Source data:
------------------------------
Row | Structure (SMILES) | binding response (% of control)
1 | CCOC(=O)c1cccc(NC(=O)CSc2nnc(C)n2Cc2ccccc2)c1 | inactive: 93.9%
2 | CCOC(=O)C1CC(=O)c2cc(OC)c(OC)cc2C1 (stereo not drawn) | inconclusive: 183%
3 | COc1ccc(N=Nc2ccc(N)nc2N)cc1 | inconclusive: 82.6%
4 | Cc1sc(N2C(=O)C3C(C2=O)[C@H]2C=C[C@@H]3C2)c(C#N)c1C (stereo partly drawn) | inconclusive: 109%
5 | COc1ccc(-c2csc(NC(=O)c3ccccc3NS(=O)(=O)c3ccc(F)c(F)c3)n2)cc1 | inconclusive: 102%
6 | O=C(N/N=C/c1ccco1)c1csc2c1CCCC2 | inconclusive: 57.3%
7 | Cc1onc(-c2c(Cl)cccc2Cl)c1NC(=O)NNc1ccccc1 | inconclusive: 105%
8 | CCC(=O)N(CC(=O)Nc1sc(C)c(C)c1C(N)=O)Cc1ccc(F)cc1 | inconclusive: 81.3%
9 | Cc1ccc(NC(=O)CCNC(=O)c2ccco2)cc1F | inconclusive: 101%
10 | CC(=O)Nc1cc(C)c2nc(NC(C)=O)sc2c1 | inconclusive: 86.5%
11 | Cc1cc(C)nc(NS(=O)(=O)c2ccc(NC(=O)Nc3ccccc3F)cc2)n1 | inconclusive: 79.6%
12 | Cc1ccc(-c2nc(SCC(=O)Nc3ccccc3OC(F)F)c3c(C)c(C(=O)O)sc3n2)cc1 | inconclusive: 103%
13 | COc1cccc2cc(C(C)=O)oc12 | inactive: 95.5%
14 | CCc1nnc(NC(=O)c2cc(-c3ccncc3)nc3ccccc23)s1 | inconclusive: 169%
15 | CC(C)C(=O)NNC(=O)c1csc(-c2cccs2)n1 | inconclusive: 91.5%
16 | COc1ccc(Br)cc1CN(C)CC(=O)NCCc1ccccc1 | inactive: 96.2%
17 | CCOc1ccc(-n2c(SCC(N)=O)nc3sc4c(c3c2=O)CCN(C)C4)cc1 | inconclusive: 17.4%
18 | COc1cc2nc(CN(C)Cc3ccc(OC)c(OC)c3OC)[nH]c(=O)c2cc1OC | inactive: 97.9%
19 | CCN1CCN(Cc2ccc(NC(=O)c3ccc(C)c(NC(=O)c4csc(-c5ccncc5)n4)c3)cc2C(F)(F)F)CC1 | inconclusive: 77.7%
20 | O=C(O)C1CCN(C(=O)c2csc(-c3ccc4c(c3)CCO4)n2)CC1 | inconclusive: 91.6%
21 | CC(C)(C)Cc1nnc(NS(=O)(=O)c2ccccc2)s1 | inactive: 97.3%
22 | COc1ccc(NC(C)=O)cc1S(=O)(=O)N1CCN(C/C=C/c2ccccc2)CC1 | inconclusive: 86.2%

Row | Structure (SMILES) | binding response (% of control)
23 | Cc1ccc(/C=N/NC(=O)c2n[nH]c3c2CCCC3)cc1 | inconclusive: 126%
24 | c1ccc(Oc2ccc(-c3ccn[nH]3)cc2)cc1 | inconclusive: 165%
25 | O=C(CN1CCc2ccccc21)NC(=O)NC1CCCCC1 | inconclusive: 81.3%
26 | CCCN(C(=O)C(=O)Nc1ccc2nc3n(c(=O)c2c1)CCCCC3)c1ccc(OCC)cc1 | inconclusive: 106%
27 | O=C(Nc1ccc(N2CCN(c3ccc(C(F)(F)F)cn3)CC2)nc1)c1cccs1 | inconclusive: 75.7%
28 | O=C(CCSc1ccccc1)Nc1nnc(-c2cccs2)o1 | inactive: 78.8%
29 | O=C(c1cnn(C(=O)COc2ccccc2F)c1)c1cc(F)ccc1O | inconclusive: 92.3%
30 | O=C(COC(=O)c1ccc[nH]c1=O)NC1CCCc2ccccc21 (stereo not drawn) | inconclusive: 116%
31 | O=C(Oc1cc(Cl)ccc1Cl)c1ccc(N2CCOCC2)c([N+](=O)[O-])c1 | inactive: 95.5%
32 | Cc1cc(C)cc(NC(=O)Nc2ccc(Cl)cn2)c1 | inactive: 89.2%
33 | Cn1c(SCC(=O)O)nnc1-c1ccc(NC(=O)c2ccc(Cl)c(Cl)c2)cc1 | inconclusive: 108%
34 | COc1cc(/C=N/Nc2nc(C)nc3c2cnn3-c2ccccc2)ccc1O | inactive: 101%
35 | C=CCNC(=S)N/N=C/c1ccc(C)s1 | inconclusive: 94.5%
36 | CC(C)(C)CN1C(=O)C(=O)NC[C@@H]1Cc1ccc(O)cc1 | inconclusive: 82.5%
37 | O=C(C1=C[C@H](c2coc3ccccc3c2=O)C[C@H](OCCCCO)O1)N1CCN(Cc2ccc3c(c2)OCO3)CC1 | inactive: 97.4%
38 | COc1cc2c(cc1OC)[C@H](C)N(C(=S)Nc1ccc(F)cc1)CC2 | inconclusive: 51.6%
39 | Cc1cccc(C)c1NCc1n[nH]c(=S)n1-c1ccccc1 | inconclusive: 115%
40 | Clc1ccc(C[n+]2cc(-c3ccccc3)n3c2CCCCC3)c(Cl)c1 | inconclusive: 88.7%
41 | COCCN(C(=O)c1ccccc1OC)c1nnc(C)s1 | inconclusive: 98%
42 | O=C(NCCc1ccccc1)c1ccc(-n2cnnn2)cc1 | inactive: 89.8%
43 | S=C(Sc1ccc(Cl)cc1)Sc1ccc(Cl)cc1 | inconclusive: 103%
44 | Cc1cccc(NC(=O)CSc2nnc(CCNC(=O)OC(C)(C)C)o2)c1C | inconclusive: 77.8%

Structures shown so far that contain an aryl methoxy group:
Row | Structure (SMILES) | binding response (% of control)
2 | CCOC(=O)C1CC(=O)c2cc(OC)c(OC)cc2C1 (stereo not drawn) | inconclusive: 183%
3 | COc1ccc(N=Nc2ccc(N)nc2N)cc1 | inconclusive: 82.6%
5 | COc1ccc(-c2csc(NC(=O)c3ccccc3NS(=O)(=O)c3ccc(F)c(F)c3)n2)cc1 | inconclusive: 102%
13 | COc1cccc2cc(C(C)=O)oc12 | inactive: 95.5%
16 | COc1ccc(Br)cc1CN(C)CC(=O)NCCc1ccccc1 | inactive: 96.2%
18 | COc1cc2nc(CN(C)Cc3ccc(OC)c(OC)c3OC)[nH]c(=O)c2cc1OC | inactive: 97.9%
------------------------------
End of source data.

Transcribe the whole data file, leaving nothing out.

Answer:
Row | Structure (SMILES) | binding response (% of control)
1 | CCOC(=O)c1cccc(NC(=O)CSc2nnc(C)n2Cc2ccccc2)c1 | inactive: 93.9%
2 | CCOC(=O)C1CC(=O)c2cc(OC)c(OC)cc2C1 (stereo not drawn) | inconclusive: 183%
3 | COc1ccc(N=Nc2ccc(N)nc2N)cc1 | inconclusive: 82.6%
4 | Cc1sc(N2C(=O)C3C(C2=O)[C@H]2C=C[C@@H]3C2)c(C#N)c1C (stereo partly drawn) | inconclusive: 109%
5 | COc1ccc(-c2csc(NC(=O)c3ccccc3NS(=O)(=O)c3ccc(F)c(F)c3)n2)cc1 | inconclusive: 102%
6 | O=C(N/N=C/c1ccco1)c1csc2c1CCCC2 | inconclusive: 57.3%
7 | Cc1onc(-c2c(Cl)cccc2Cl)c1NC(=O)NNc1ccccc1 | inconclusive: 105%
8 | CCC(=O)N(CC(=O)Nc1sc(C)c(C)c1C(N)=O)Cc1ccc(F)cc1 | inconclusive: 81.3%
9 | Cc1ccc(NC(=O)CCNC(=O)c2ccco2)cc1F | inconclusive: 101%
10 | CC(=O)Nc1cc(C)c2nc(NC(C)=O)sc2c1 | inconclusive: 86.5%
11 | Cc1cc(C)nc(NS(=O)(=O)c2ccc(NC(=O)Nc3ccccc3F)cc2)n1 | inconclusive: 79.6%
12 | Cc1ccc(-c2nc(SCC(=O)Nc3ccccc3OC(F)F)c3c(C)c(C(=O)O)sc3n2)cc1 | inconclusive: 103%
13 | COc1cccc2cc(C(C)=O)oc12 | inactive: 95.5%
14 | CCc1nnc(NC(=O)c2cc(-c3ccncc3)nc3ccccc23)s1 | inconclusive: 169%
15 | CC(C)C(=O)NNC(=O)c1csc(-c2cccs2)n1 | inconclusive: 91.5%
16 | COc1ccc(Br)cc1CN(C)CC(=O)NCCc1ccccc1 | inactive: 96.2%
17 | CCOc1ccc(-n2c(SCC(N)=O)nc3sc4c(c3c2=O)CCN(C)C4)cc1 | inconclusive: 17.4%
18 | COc1cc2nc(CN(C)Cc3ccc(OC)c(OC)c3OC)[nH]c(=O)c2cc1OC | inactive: 97.9%
19 | CCN1CCN(Cc2ccc(NC(=O)c3ccc(C)c(NC(=O)c4csc(-c5ccncc5)n4)c3)cc2C(F)(F)F)CC1 | inconclusive: 77.7%
20 | O=C(O)C1CCN(C(=O)c2csc(-c3ccc4c(c3)CCO4)n2)CC1 | inconclusive: 91.6%
21 | CC(C)(C)Cc1nnc(NS(=O)(=O)c2ccccc2)s1 | inactive: 97.3%
22 | COc1ccc(NC(C)=O)cc1S(=O)(=O)N1CCN(C/C=C/c2ccccc2)CC1 | inconclusive: 86.2%

Row | Structure (SMILES) | binding response (% of control)
23 | Cc1ccc(/C=N/NC(=O)c2n[nH]c3c2CCCC3)cc1 | inconclusive: 126%
24 | c1ccc(Oc2ccc(-c3ccn[nH]3)cc2)cc1 | inconclusive: 165%
25 | O=C(CN1CCc2ccccc21)NC(=O)NC1CCCCC1 | inconclusive: 81.3%
26 | CCCN(C(=O)C(=O)Nc1ccc2nc3n(c(=O)c2c1)CCCCC3)c1ccc(OCC)cc1 | inconclusive: 106%
27 | O=C(Nc1ccc(N2CCN(c3ccc(C(F)(F)F)cn3)CC2)nc1)c1cccs1 | inconclusive: 75.7%
28 | O=C(CCSc1ccccc1)Nc1nnc(-c2cccs2)o1 | inactive: 78.8%
29 | O=C(c1cnn(C(=O)COc2ccccc2F)c1)c1cc(F)ccc1O | inconclusive: 92.3%
30 | O=C(COC(=O)c1ccc[nH]c1=O)NC1CCCc2ccccc21 (stereo not drawn) | inconclusive: 116%
31 | O=C(Oc1cc(Cl)ccc1Cl)c1ccc(N2CCOCC2)c([N+](=O)[O-])c1 | inactive: 95.5%
32 | Cc1cc(C)cc(NC(=O)Nc2ccc(Cl)cn2)c1 | inactive: 89.2%
33 | Cn1c(SCC(=O)O)nnc1-c1ccc(NC(=O)c2ccc(Cl)c(Cl)c2)cc1 | inconclusive: 108%
34 | COc1cc(/C=N/Nc2nc(C)nc3c2cnn3-c2ccccc2)ccc1O | inactive: 101%
35 | C=CCNC(=S)N/N=C/c1ccc(C)s1 | inconclusive: 94.5%
36 | CC(C)(C)CN1C(=O)C(=O)NC[C@@H]1Cc1ccc(O)cc1 | inconclusive: 82.5%
37 | O=C(C1=C[C@H](c2coc3ccccc3c2=O)C[C@H](OCCCCO)O1)N1CCN(Cc2ccc3c(c2)OCO3)CC1 | inactive: 97.4%
38 | COc1cc2c(cc1OC)[C@H](C)N(C(=S)Nc1ccc(F)cc1)CC2 | inconclusive: 51.6%
39 | Cc1cccc(C)c1NCc1n[nH]c(=S)n1-c1ccccc1 | inconclusive: 115%
40 | Clc1ccc(C[n+]2cc(-c3ccccc3)n3c2CCCCC3)c(Cl)c1 | inconclusive: 88.7%
41 | COCCN(C(=O)c1ccccc1OC)c1nnc(C)s1 | inconclusive: 98%
42 | O=C(NCCc1ccccc1)c1ccc(-n2cnnn2)cc1 | inactive: 89.8%
43 | S=C(Sc1ccc(Cl)cc1)Sc1ccc(Cl)cc1 | inconclusive: 103%
44 | Cc1cccc(NC(=O)CSc2nnc(CCNC(=O)OC(C)(C)C)o2)c1C | inconclusive: 77.8%

Structures shown so far that contain an aryl methoxy group:
Row | Structure (SMILES) | binding response (% of control)
2 | CCOC(=O)C1CC(=O)c2cc(OC)c(OC)cc2C1 (stereo not drawn) | inconclusive: 183%
3 | COc1ccc(N=Nc2ccc(N)nc2N)cc1 | inconclusive: 82.6%
5 | COc1ccc(-c2csc(NC(=O)c3ccccc3NS(=O)(=O)c3ccc(F)c(F)c3)n2)cc1 | inconclusive: 102%
13 | COc1cccc2cc(C(C)=O)oc12 | inactive: 95.5%
16 | COc1ccc(Br)cc1CN(C)CC(=O)NCCc1ccccc1 | inactive: 96.2%
18 | COc1cc2nc(CN(C)Cc3ccc(OC)c(OC)c3OC)[nH]c(=O)c2cc1OC | inactive: 97.9%